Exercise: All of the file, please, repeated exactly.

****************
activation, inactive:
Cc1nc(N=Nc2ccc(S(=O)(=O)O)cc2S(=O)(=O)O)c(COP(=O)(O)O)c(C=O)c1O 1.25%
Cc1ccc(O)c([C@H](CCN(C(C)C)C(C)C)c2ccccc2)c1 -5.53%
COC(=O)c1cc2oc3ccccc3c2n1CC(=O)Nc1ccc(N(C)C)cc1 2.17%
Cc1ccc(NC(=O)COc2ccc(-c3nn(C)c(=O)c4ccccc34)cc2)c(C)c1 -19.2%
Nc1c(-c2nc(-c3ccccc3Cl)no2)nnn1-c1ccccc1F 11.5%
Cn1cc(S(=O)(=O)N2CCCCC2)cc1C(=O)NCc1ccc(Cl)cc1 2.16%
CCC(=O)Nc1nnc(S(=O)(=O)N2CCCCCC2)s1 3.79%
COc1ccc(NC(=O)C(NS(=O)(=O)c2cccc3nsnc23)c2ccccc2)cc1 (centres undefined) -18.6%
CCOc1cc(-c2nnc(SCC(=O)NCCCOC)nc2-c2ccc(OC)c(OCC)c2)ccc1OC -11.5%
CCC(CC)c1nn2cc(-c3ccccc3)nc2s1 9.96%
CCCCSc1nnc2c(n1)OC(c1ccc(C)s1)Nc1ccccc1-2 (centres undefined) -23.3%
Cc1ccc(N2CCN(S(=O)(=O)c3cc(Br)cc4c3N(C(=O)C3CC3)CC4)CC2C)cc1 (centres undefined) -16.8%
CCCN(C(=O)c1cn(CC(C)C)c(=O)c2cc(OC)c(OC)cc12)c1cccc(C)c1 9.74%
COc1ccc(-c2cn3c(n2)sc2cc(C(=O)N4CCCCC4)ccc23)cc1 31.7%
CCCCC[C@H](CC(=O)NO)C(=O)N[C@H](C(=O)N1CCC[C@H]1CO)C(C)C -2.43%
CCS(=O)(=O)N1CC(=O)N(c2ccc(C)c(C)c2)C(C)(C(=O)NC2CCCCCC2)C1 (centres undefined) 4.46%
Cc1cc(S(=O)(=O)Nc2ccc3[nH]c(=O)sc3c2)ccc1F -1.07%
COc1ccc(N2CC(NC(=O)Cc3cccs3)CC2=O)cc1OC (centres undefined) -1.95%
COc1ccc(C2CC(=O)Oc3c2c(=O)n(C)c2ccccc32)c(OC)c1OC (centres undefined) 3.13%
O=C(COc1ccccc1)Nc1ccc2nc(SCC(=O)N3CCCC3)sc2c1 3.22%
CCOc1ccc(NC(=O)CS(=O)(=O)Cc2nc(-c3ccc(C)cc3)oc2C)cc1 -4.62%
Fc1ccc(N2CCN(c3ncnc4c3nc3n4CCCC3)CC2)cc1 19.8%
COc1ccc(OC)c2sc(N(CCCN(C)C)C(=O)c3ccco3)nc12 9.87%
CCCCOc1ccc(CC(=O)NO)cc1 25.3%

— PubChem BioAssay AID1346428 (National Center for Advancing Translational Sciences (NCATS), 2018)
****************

activation, inactive:
Cc1nc(N=Nc2ccc(S(=O)(=O)O)cc2S(=O)(=O)O)c(COP(=O)(O)O)c(C=O)c1O 1.25%
Cc1ccc(O)c([C@H](CCN(C(C)C)C(C)C)c2ccccc2)c1 -5.53%
COC(=O)c1cc2oc3ccccc3c2n1CC(=O)Nc1ccc(N(C)C)cc1 2.17%
Cc1ccc(NC(=O)COc2ccc(-c3nn(C)c(=O)c4ccccc34)cc2)c(C)c1 -19.2%
Nc1c(-c2nc(-c3ccccc3Cl)no2)nnn1-c1ccccc1F 11.5%
Cn1cc(S(=O)(=O)N2CCCCC2)cc1C(=O)NCc1ccc(Cl)cc1 2.16%
CCC(=O)Nc1nnc(S(=O)(=O)N2CCCCCC2)s1 3.79%
COc1ccc(NC(=O)C(NS(=O)(=O)c2cccc3nsnc23)c2ccccc2)cc1 (centres undefined) -18.6%
CCOc1cc(-c2nnc(SCC(=O)NCCCOC)nc2-c2ccc(OC)c(OCC)c2)ccc1OC -11.5%
CCC(CC)c1nn2cc(-c3ccccc3)nc2s1 9.96%
CCCCSc1nnc2c(n1)OC(c1ccc(C)s1)Nc1ccccc1-2 (centres undefined) -23.3%
Cc1ccc(N2CCN(S(=O)(=O)c3cc(Br)cc4c3N(C(=O)C3CC3)CC4)CC2C)cc1 (centres undefined) -16.8%
CCCN(C(=O)c1cn(CC(C)C)c(=O)c2cc(OC)c(OC)cc12)c1cccc(C)c1 9.74%
COc1ccc(-c2cn3c(n2)sc2cc(C(=O)N4CCCCC4)ccc23)cc1 31.7%
CCCCC[C@H](CC(=O)NO)C(=O)N[C@H](C(=O)N1CCC[C@H]1CO)C(C)C -2.43%
CCS(=O)(=O)N1CC(=O)N(c2ccc(C)c(C)c2)C(C)(C(=O)NC2CCCCCC2)C1 (centres undefined) 4.46%
Cc1cc(S(=O)(=O)Nc2ccc3[nH]c(=O)sc3c2)ccc1F -1.07%
COc1ccc(N2CC(NC(=O)Cc3cccs3)CC2=O)cc1OC (centres undefined) -1.95%
COc1ccc(C2CC(=O)Oc3c2c(=O)n(C)c2ccccc32)c(OC)c1OC (centres undefined) 3.13%
O=C(COc1ccccc1)Nc1ccc2nc(SCC(=O)N3CCCC3)sc2c1 3.22%
CCOc1ccc(NC(=O)CS(=O)(=O)Cc2nc(-c3ccc(C)cc3)oc2C)cc1 -4.62%
Fc1ccc(N2CCN(c3ncnc4c3nc3n4CCCC3)CC2)cc1 19.8%
COc1ccc(OC)c2sc(N(CCCN(C)C)C(=O)c3ccco3)nc12 9.87%
CCCCOc1ccc(CC(=O)NO)cc1 25.3%

— PubChem BioAssay AID1346428 (National Center for Advancing Translational Sciences (NCATS), 2018)